fwupd is a simple daemon allowing to update some devices firmware, including UEFI BIOS for several machines.
See #Setup for UEFI BIOS upgrade if you intend such an use.
Certain desktop environments front-end solutions have built-in fwupd support:
- GNOME Software — Will check for updates periodically and automatically download firmwares in the background on GNOME. After a firmware has been downloaded a popup will be displayed in Gnome Software to perform the update.
- KDE Discover — Software center used with Plasma. With the release of KDE Plasma 5.14, a new fwupd backend has been implemented in KDE Discover for firmware updates. These firmware updates are shown with other system updates.
To display all devices detected by fwupd:
$ fwupdmgr get-devices
To download the latest metadata from LVFS:
$ fwupdmgr refresh
To list updates available for any devices on the system:
$ fwupdmgr get-updates
To install updates:
$ fwupdmgr update
- Updates that can be applied live will be done immediately.
- Updates that run at bootup will be staged for the next reboot.
- The root user may be required to perform certain device updates.
Setup for UEFI BIOS upgrade
The following requirements should be met:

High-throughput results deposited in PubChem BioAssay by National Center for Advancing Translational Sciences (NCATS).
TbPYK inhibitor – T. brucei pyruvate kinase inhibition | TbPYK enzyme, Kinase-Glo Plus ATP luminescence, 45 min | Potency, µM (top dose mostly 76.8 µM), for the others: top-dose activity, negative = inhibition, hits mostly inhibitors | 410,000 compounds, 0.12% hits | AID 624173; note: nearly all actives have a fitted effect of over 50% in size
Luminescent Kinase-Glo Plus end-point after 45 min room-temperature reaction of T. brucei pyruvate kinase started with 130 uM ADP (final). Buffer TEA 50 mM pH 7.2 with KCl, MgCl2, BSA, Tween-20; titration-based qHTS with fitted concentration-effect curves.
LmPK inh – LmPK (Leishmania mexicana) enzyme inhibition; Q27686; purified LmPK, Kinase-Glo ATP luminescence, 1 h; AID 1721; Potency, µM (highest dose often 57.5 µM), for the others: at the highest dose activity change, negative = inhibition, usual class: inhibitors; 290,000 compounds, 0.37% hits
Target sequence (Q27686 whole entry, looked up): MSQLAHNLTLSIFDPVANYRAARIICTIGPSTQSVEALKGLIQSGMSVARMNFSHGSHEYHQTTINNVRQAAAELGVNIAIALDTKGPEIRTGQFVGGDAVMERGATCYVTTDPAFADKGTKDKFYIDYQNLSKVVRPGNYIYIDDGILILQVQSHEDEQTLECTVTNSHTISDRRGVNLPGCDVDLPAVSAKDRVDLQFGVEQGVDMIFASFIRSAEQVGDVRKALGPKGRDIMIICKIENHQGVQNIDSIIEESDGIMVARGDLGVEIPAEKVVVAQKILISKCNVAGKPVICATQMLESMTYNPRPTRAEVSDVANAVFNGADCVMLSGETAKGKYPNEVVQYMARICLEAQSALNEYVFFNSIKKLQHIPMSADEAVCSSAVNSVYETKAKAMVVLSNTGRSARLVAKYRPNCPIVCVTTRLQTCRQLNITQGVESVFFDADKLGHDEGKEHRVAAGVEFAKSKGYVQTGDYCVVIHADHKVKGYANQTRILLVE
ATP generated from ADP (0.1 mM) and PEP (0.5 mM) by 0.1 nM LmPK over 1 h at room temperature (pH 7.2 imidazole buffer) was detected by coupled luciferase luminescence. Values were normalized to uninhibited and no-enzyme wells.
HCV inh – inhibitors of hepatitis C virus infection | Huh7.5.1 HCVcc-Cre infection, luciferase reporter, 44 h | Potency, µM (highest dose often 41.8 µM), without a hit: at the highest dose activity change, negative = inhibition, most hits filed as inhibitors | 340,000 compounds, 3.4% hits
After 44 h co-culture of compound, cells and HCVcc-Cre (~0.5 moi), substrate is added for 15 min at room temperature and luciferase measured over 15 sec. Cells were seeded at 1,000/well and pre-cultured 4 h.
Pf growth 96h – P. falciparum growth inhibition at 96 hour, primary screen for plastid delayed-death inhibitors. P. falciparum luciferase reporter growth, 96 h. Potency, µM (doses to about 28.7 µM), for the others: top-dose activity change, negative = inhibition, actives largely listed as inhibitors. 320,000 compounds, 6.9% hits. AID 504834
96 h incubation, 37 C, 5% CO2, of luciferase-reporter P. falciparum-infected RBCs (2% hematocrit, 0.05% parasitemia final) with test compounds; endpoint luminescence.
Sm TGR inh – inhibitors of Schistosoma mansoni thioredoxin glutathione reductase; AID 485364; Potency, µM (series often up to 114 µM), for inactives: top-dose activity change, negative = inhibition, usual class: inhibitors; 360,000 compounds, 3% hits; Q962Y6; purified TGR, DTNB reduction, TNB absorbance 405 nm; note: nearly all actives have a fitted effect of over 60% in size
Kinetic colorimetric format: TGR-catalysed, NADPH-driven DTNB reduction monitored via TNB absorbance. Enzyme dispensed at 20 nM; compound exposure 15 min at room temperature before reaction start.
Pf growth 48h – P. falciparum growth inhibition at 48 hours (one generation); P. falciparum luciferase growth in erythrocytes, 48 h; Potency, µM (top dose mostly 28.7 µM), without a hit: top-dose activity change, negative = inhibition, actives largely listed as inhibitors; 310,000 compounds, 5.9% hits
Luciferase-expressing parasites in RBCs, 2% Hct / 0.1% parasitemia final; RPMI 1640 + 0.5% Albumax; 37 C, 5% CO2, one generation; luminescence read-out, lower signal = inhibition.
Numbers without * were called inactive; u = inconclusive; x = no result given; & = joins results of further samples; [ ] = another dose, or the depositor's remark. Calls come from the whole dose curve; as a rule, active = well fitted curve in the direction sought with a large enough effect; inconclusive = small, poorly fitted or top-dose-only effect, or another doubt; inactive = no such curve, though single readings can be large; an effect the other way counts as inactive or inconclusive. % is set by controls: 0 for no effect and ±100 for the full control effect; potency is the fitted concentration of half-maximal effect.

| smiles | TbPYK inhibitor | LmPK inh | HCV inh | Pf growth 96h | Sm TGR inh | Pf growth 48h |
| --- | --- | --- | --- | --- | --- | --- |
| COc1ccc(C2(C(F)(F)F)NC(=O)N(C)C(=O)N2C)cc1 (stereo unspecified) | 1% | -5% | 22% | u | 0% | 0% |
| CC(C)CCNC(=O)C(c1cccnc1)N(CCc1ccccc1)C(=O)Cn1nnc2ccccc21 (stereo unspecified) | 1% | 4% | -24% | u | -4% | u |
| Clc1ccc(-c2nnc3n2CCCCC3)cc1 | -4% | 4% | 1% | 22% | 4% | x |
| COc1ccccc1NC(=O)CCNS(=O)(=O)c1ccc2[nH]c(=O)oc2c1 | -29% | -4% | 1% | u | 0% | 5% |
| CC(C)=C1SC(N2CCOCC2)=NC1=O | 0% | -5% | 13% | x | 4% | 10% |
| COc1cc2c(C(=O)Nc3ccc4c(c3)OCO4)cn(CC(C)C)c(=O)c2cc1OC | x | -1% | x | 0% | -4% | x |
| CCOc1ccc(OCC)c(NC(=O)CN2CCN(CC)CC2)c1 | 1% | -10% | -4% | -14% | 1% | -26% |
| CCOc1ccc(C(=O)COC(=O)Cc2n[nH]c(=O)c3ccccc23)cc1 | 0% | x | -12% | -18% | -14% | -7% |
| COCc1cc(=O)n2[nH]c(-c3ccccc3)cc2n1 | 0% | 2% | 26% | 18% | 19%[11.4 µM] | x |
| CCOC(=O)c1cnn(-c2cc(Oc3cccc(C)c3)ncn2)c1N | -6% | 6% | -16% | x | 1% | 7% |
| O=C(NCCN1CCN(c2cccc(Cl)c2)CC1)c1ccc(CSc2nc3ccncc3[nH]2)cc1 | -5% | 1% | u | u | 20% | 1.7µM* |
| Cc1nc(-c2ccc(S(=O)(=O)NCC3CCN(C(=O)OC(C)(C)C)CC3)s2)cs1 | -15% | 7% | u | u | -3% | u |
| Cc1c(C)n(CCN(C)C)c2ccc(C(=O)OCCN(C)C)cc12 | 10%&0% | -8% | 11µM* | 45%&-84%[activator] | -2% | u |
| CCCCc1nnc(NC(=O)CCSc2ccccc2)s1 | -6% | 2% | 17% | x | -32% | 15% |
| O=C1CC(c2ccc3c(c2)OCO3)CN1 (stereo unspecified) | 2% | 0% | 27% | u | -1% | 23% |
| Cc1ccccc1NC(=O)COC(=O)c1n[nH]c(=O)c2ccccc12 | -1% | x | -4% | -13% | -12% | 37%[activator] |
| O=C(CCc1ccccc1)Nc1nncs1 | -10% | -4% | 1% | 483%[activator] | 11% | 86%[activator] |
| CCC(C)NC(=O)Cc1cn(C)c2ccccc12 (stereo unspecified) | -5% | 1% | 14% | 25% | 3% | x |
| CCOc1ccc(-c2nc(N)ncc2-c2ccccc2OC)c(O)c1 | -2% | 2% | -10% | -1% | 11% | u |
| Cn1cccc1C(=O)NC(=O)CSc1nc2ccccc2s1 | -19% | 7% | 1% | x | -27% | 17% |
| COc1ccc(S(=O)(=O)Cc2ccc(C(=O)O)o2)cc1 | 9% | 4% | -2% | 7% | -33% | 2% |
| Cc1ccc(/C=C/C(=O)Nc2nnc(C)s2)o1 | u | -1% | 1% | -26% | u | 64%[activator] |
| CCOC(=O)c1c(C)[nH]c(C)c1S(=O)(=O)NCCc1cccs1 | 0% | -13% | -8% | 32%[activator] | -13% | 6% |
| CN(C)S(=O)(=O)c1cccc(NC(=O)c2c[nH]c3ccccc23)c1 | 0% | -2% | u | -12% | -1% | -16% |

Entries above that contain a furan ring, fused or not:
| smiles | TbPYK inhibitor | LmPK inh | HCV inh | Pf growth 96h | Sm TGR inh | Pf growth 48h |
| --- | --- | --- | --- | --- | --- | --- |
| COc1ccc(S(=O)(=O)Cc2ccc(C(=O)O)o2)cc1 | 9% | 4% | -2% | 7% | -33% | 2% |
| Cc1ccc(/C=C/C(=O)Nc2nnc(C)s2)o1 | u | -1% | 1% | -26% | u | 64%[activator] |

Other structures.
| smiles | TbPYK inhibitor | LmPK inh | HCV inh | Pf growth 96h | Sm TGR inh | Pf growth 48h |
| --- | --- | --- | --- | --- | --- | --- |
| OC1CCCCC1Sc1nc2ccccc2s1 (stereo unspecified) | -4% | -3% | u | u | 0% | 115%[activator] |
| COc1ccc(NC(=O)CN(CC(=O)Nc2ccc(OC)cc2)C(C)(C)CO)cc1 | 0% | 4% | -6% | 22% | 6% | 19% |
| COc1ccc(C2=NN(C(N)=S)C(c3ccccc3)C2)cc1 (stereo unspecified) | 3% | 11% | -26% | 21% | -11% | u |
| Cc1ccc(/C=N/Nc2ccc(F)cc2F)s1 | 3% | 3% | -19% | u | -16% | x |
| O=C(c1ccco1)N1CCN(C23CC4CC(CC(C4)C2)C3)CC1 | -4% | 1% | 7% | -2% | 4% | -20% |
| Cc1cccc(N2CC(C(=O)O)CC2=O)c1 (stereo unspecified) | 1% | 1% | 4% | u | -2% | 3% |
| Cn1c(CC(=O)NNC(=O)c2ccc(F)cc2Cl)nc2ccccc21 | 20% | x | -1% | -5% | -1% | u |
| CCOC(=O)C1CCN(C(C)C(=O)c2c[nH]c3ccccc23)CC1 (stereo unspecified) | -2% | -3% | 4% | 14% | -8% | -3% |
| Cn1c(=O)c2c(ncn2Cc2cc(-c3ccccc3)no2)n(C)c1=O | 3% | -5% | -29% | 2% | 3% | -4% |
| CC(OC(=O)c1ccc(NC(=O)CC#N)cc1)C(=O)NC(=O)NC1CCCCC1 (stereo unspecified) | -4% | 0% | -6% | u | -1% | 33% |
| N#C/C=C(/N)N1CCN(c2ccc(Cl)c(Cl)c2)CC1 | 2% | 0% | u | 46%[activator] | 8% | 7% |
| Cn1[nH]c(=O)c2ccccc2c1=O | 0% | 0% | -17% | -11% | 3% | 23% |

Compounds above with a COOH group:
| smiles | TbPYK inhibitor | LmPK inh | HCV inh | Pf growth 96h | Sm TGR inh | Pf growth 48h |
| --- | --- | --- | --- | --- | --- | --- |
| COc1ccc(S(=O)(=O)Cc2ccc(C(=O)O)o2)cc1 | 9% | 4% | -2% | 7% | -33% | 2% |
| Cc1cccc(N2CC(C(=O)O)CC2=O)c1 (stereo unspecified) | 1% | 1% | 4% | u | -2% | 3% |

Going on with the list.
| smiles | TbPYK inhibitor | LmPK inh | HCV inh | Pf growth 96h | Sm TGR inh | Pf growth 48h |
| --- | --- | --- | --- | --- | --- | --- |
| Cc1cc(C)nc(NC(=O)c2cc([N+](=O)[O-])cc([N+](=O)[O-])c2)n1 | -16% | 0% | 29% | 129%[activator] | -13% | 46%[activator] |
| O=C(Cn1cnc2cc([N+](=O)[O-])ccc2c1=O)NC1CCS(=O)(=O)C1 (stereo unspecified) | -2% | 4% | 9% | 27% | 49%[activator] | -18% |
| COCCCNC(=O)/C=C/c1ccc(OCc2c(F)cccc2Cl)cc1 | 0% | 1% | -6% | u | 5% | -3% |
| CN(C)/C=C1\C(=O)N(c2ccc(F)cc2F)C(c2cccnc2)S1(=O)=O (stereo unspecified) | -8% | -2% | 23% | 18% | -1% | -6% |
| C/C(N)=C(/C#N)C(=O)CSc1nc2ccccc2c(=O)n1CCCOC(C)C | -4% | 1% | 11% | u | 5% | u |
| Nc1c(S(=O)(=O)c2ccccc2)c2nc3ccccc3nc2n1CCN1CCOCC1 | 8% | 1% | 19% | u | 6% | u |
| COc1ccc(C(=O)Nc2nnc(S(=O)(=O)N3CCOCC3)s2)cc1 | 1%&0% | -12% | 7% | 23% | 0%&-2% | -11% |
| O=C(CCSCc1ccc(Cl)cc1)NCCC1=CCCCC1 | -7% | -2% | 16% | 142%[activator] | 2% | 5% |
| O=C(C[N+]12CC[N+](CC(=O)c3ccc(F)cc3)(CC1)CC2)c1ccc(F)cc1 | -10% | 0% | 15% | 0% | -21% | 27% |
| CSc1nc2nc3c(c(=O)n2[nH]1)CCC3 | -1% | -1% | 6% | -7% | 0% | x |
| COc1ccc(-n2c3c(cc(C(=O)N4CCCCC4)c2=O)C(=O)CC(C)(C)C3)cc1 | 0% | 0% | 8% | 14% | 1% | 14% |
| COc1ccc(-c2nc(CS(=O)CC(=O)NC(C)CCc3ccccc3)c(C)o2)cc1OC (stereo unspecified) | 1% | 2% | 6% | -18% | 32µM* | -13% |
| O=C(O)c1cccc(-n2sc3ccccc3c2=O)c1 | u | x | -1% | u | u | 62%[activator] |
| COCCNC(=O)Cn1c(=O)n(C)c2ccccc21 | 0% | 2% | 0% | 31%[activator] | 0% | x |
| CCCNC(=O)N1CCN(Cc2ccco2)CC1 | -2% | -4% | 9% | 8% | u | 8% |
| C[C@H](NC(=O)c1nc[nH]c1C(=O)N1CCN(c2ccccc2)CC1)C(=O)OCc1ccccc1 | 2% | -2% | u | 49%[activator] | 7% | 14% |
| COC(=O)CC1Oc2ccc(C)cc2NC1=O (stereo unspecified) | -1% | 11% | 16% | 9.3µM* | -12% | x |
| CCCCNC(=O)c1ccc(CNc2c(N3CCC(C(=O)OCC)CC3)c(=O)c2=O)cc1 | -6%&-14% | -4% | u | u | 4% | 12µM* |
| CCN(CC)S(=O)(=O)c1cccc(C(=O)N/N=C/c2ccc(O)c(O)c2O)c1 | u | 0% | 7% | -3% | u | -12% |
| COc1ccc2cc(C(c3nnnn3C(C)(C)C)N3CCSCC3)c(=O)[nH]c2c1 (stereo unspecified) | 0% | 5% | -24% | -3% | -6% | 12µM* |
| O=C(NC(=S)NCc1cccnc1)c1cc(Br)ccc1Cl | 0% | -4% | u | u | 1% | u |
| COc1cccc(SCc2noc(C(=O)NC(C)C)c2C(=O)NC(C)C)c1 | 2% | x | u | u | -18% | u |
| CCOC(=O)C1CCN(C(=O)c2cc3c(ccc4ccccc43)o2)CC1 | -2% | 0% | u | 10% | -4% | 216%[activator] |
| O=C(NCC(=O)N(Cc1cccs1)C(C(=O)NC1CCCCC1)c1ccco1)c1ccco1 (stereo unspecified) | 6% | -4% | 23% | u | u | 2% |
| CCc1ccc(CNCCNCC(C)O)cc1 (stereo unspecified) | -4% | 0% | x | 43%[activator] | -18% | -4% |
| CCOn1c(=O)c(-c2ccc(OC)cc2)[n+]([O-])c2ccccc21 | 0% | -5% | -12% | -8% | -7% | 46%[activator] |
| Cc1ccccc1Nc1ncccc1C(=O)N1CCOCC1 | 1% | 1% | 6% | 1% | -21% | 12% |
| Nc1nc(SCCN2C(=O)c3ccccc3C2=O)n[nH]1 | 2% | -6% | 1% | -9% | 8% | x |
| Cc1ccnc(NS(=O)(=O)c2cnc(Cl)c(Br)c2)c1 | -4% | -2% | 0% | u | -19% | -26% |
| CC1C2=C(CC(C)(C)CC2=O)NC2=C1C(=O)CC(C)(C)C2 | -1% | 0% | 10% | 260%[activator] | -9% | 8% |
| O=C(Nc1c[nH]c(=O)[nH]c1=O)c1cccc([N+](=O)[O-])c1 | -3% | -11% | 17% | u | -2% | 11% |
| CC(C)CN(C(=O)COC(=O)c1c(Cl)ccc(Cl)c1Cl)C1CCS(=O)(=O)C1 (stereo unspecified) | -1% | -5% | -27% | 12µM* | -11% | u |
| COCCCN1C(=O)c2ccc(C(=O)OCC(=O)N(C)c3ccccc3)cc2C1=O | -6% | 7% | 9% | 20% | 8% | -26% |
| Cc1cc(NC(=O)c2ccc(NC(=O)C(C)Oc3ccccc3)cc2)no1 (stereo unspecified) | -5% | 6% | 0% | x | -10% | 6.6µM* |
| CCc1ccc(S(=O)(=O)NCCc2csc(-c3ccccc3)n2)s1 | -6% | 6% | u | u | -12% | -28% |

- Make sure you are booted in UEFI mode, it will not work in legacy boot mode.
- Verify your EFI variables are accessible.
- Mount your EFI system partition (ESP) properly.
espis used to denote the mountpoint in this section.
Copy Fwupd to ESP
The fwupd files are not copied over to the ESP when fwupd is installed or upgraded so we need to do this manually.
cp -a /usr/lib/fwupd/efi/fwupdx64.efi esp/efi/
It might be desirable to automate this using a pacman hook so that on future fwupd installs/updates it will do so automatically:
[Trigger] Operation = Install Operation = Upgrade Type = File Target = usr/lib/fwupd/efi/fwupdx64.efi [Action] When = PostTransaction Exec = /usr/bin/cp -a /usr/lib/fwupd/efi/fwupdx64.efi esp/efi/
You can now
$ fwupd refresh and
$ fwupd update. It will ask to reboot and should now automatically reboot into the firmware updater.
Using your own keys
Alternatively, you have to manually sign the UEFI executable used to perform upgrades, which is located in
The signed UEFI executable is expected in
Using , this can be achieved by running:
# sbsign --key <keyfile> --cert <certfile> /usr/lib/fwupd/efi/fwupdx64.efi
To automatically sign this file when installed or upgraded, a Pacman hook can be used:
[Trigger] Operation = Install Operation = Upgrade Type = File Target = usr/lib/fwupd/efi/fwupdx64.efi [Action] When = PostTransaction Exec = /usr/bin/sbsign --key <keyfile> --cert <certfile> /usr/lib/fwupd/efi/fwupdx64.efi Depends = sbsigntools
Make sure to replace
<certfile> with the corresponding paths of your keys.
Finally, you have to change the line containing
Check out  for more information discussing this.